On this, the second of four days subbing for a couple English teachers in Teton School District #401, I once again come face to face with how difficult this job really is.
Each class consists of such a wide range of students! Some are diligent, paying attention, following directions, engaged; others just couldn’t care less. At best, these other kids seem lost in another world; at the worst, they’re actively distracting their neighbor at the next desk.
Boys at age 12 and 13 are especially “touchy,” slugging one another and horsing around. Maybe it’s because I didn’t have brothers that this behavior bothers me more than it should as I stand in front of the room and seek to maintain some semblance of order. Not that I’m unfamiliar with it — it just doesn’t form a big part of my own memories growing up.
Hmm. I must have been one of those who just ignored all that…
These seventh-graders seem so smart and grown-up in so many ways. In other ways, they are just so young, so undeveloped, so ripe to be influenced by a positive word or simple recognition.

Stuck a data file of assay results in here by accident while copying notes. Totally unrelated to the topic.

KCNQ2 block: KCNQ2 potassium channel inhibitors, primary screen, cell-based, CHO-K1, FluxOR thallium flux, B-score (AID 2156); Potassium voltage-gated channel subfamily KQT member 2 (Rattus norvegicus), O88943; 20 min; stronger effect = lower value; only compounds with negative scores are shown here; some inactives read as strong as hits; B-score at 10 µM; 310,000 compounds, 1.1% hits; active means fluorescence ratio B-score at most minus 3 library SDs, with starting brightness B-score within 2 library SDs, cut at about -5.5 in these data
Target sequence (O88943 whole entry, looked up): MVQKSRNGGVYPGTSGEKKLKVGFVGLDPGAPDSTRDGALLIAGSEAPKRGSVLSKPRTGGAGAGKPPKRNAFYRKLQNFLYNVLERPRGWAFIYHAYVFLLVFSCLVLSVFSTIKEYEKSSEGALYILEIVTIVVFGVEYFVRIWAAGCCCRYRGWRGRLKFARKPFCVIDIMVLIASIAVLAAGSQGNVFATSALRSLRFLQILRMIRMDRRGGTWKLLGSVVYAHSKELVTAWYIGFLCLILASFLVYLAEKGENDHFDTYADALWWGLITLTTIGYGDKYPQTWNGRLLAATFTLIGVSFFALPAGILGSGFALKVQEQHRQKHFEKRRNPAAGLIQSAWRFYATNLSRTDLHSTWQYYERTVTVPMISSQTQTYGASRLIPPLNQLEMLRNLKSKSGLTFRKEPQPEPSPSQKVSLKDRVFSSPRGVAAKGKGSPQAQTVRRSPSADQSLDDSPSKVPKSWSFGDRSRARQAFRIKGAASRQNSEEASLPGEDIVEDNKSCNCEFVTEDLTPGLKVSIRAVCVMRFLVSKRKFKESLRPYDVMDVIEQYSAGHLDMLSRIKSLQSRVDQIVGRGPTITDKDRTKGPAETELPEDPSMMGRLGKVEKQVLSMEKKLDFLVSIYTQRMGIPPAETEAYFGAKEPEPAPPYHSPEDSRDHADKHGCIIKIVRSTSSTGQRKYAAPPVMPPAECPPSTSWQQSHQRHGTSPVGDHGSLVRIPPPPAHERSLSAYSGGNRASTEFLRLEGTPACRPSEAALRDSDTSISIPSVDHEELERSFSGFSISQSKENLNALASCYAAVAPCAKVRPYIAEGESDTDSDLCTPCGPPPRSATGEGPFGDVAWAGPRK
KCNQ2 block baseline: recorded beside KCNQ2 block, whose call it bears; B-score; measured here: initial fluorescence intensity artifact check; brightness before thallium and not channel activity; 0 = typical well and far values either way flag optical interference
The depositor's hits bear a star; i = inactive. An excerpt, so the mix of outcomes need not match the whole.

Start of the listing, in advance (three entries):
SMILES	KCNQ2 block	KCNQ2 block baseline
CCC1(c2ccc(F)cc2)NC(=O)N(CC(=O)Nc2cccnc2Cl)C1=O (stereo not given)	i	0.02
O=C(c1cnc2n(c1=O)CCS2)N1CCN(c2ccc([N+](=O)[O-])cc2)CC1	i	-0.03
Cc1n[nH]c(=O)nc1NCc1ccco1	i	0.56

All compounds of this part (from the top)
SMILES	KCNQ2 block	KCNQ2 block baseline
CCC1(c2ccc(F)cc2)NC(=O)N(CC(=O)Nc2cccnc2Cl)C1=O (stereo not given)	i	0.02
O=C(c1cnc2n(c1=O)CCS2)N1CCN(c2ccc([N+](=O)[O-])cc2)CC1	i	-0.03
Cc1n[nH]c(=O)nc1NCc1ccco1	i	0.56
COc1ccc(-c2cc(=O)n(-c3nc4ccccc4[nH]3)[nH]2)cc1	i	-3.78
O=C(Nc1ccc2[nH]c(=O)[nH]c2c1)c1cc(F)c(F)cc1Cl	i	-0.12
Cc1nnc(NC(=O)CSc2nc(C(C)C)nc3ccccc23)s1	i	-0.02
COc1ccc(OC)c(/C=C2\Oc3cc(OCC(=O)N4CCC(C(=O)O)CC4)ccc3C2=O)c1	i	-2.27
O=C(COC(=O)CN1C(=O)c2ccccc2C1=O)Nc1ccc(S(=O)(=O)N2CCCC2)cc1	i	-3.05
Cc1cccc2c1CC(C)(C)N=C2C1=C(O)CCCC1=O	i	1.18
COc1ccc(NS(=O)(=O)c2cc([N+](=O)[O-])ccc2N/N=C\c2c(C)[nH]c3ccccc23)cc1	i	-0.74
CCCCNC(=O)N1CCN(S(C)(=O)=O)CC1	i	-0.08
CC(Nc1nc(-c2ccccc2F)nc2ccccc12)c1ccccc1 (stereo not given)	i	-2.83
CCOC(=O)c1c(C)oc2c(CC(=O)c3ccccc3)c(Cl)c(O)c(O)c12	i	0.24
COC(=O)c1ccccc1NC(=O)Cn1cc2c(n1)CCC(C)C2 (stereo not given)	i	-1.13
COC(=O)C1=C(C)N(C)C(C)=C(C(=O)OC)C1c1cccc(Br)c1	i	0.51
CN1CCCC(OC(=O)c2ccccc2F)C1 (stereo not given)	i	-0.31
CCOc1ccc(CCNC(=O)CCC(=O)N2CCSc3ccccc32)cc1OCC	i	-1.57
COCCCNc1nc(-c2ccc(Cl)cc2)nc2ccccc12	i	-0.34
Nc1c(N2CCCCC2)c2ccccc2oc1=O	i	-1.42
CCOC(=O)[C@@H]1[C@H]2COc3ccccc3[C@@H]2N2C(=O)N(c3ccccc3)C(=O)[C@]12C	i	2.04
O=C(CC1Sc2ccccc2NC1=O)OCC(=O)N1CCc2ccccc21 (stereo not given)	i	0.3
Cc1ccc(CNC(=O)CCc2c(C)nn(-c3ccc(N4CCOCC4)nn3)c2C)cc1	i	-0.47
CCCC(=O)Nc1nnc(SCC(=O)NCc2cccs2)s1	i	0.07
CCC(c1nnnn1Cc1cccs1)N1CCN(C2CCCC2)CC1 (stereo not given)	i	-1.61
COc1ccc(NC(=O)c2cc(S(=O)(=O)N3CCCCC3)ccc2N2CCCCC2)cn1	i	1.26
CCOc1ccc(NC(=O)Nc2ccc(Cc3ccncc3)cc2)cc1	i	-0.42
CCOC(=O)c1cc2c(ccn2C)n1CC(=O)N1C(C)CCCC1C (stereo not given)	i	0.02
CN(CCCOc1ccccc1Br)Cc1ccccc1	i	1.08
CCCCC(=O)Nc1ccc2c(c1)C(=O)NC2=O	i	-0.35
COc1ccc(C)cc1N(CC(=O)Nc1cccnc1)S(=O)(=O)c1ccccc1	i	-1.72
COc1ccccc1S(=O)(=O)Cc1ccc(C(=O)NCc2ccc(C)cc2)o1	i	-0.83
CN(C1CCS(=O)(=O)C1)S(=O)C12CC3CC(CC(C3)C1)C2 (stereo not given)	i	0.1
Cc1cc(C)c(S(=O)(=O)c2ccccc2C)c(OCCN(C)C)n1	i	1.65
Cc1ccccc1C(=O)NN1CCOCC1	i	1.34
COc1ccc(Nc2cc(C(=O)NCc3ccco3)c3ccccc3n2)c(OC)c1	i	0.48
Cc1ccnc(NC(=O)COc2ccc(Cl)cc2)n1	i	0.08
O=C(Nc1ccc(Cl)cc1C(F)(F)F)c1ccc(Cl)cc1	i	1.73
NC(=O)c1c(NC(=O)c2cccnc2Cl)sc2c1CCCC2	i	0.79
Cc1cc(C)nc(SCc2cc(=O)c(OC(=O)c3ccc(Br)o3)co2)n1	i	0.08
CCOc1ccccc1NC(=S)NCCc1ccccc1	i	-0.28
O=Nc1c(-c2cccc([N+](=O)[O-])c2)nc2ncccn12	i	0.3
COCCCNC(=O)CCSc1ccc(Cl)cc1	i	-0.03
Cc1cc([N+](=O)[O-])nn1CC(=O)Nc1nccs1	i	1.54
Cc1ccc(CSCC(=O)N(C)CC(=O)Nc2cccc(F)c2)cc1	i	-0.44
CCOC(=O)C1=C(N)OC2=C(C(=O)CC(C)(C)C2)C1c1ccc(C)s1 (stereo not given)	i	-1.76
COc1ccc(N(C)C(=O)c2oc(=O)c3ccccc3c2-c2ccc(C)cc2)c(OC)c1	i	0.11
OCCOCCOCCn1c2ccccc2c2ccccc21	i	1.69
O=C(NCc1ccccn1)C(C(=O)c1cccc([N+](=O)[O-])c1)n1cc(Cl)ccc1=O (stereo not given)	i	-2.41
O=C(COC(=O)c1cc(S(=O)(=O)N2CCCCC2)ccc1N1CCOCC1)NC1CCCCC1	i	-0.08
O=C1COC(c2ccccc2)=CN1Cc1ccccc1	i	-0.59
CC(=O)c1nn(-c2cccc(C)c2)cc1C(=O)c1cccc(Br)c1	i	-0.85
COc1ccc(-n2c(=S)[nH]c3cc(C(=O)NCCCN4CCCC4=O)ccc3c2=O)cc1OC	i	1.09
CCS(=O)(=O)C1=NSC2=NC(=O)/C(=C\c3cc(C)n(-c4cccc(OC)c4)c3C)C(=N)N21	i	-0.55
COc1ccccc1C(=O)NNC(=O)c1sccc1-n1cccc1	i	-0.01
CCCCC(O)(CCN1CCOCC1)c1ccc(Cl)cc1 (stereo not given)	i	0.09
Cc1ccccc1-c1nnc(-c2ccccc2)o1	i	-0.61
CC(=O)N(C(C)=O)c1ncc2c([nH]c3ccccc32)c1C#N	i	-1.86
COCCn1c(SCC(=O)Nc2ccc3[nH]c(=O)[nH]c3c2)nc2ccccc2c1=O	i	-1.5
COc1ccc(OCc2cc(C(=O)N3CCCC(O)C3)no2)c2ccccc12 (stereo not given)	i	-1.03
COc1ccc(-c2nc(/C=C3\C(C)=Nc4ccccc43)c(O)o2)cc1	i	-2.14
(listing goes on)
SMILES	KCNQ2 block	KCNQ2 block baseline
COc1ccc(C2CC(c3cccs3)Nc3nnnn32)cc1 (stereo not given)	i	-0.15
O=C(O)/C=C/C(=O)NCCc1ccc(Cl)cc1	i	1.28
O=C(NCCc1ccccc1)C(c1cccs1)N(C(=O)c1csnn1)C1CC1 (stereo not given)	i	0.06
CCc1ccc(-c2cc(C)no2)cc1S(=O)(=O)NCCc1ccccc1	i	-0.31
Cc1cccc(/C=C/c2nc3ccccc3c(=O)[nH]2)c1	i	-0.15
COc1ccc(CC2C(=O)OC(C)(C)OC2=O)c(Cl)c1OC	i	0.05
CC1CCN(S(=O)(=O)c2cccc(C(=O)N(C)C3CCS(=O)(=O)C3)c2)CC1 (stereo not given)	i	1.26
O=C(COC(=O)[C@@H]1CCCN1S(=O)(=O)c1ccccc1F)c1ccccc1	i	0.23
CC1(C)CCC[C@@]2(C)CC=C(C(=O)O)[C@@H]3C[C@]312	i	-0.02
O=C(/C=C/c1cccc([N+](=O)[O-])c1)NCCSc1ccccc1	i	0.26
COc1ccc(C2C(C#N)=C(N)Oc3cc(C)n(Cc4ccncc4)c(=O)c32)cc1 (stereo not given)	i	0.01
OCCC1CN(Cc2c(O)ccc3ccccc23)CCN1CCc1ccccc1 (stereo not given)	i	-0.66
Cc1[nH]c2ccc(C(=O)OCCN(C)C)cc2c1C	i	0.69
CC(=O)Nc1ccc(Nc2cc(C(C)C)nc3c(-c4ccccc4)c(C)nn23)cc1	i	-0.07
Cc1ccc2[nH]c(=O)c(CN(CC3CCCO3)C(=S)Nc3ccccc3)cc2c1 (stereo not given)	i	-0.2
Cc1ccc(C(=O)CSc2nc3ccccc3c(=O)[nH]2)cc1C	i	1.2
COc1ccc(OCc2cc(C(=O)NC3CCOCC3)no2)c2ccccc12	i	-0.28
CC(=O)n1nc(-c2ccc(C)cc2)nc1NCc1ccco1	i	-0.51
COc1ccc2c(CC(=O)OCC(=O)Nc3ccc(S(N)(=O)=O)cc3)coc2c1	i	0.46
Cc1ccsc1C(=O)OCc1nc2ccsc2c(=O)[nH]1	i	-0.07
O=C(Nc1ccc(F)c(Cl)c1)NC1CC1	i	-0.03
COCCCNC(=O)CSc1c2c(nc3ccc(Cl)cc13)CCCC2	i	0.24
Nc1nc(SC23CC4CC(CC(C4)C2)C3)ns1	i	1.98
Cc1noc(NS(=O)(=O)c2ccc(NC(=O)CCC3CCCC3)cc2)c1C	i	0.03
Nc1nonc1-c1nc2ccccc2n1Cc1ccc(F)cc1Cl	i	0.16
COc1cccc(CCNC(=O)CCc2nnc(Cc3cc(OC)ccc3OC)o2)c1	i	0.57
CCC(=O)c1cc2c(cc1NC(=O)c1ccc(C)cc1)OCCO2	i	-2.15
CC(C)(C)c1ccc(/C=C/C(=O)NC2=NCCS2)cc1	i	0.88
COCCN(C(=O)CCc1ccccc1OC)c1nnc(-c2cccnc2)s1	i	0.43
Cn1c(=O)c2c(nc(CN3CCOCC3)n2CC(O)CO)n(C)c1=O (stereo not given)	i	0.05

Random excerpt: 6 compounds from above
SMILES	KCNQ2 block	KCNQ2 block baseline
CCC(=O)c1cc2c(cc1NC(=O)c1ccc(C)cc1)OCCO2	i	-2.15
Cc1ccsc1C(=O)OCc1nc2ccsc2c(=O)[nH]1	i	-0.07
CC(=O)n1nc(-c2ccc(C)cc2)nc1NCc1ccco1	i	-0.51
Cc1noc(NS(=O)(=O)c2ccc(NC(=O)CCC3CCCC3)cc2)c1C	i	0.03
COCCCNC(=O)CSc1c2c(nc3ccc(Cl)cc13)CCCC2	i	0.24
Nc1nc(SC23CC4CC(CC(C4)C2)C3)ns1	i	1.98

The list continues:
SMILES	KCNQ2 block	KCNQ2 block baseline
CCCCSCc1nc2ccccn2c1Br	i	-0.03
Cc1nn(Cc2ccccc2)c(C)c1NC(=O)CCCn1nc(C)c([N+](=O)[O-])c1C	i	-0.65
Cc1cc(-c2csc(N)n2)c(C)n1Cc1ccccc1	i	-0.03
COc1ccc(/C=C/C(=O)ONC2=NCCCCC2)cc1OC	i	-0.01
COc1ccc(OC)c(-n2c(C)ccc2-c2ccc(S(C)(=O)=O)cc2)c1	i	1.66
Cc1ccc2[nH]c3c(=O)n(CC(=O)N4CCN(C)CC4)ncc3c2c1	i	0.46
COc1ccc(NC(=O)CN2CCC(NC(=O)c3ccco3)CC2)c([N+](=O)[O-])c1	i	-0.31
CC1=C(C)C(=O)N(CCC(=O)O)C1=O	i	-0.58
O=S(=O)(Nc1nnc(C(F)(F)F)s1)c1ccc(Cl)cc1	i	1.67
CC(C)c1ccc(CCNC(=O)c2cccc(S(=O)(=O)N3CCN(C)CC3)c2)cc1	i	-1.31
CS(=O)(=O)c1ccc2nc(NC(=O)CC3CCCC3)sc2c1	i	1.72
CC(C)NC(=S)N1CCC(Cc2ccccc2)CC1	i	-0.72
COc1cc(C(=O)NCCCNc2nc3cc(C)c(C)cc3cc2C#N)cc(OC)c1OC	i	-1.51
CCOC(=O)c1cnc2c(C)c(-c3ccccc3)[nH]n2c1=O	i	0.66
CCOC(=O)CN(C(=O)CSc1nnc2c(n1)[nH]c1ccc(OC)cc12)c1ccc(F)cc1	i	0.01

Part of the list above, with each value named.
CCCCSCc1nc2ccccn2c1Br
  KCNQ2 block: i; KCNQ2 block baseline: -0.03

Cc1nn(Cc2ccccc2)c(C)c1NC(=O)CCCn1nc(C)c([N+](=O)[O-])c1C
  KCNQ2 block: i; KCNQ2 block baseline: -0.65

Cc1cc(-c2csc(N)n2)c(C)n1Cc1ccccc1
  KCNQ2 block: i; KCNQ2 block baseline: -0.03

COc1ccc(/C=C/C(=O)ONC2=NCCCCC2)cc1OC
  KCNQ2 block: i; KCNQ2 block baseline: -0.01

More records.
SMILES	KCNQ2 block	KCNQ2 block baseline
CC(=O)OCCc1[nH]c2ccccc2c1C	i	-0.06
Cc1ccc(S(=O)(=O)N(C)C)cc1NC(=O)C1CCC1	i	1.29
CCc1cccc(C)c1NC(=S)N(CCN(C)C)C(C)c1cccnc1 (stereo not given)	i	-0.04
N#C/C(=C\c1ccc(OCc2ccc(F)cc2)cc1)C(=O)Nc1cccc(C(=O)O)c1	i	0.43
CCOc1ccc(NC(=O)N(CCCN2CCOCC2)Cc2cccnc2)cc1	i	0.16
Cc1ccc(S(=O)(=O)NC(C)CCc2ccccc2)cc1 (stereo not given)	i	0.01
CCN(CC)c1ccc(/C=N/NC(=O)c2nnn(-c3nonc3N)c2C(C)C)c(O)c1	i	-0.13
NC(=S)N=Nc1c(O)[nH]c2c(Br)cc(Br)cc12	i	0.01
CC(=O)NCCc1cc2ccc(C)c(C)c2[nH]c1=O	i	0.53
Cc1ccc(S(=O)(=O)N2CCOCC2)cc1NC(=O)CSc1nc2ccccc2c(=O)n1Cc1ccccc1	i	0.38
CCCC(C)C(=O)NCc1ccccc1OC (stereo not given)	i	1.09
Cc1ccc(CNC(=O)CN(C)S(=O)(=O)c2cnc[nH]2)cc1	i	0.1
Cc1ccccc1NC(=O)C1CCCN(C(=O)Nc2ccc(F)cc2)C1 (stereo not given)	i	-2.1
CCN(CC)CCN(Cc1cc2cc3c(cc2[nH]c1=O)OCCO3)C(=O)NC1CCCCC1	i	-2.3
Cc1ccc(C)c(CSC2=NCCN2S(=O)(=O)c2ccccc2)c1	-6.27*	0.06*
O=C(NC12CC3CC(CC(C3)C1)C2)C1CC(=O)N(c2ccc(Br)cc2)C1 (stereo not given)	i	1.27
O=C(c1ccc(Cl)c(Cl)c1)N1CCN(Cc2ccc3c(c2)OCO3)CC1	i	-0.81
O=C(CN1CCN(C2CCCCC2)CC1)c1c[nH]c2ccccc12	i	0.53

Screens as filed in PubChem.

I didn’t sleep well last night, for thinking about today’s classes (and yesterday’s as well). I struck on the desire to read one of my favorite bits of writing of all time: three paragraphs from The Diving Bell and the Butterfly, by Jean-Dominique Bauby.
I have been pleased that at least this seems to be reaching them. (If you don’t know the story, in 1995, Bauby suffered a stroke at a young age and composed his memoir by blinking the only part of his body, besides his brain, that worked — his left eye. )
The section of text that I love starts on page 83, with this simple sentence: “I receive remarkable letters.” It ends: “I hoard all these letters like treasure. One day I hope to fasten them end to end in a half-mile streamer, to float in the wind like a banner raised to the glory of friendship. It will keep the vultures at bay.”
As one of the paras said, you could have heard a pin drop while I was reading. Full of strong sentence structure, clear images (a hushed and holy ceremony, roses picked at dusk, small gusts of happiness, the vultures, etc.), it’s exactly what the lesson plan covers. Written by such a vivid character, I’m hoping it will inspire at least of these students today as they try to compose their own “memoir stories.”
One thing’s for sure: Substitute-teaching keeps one humble.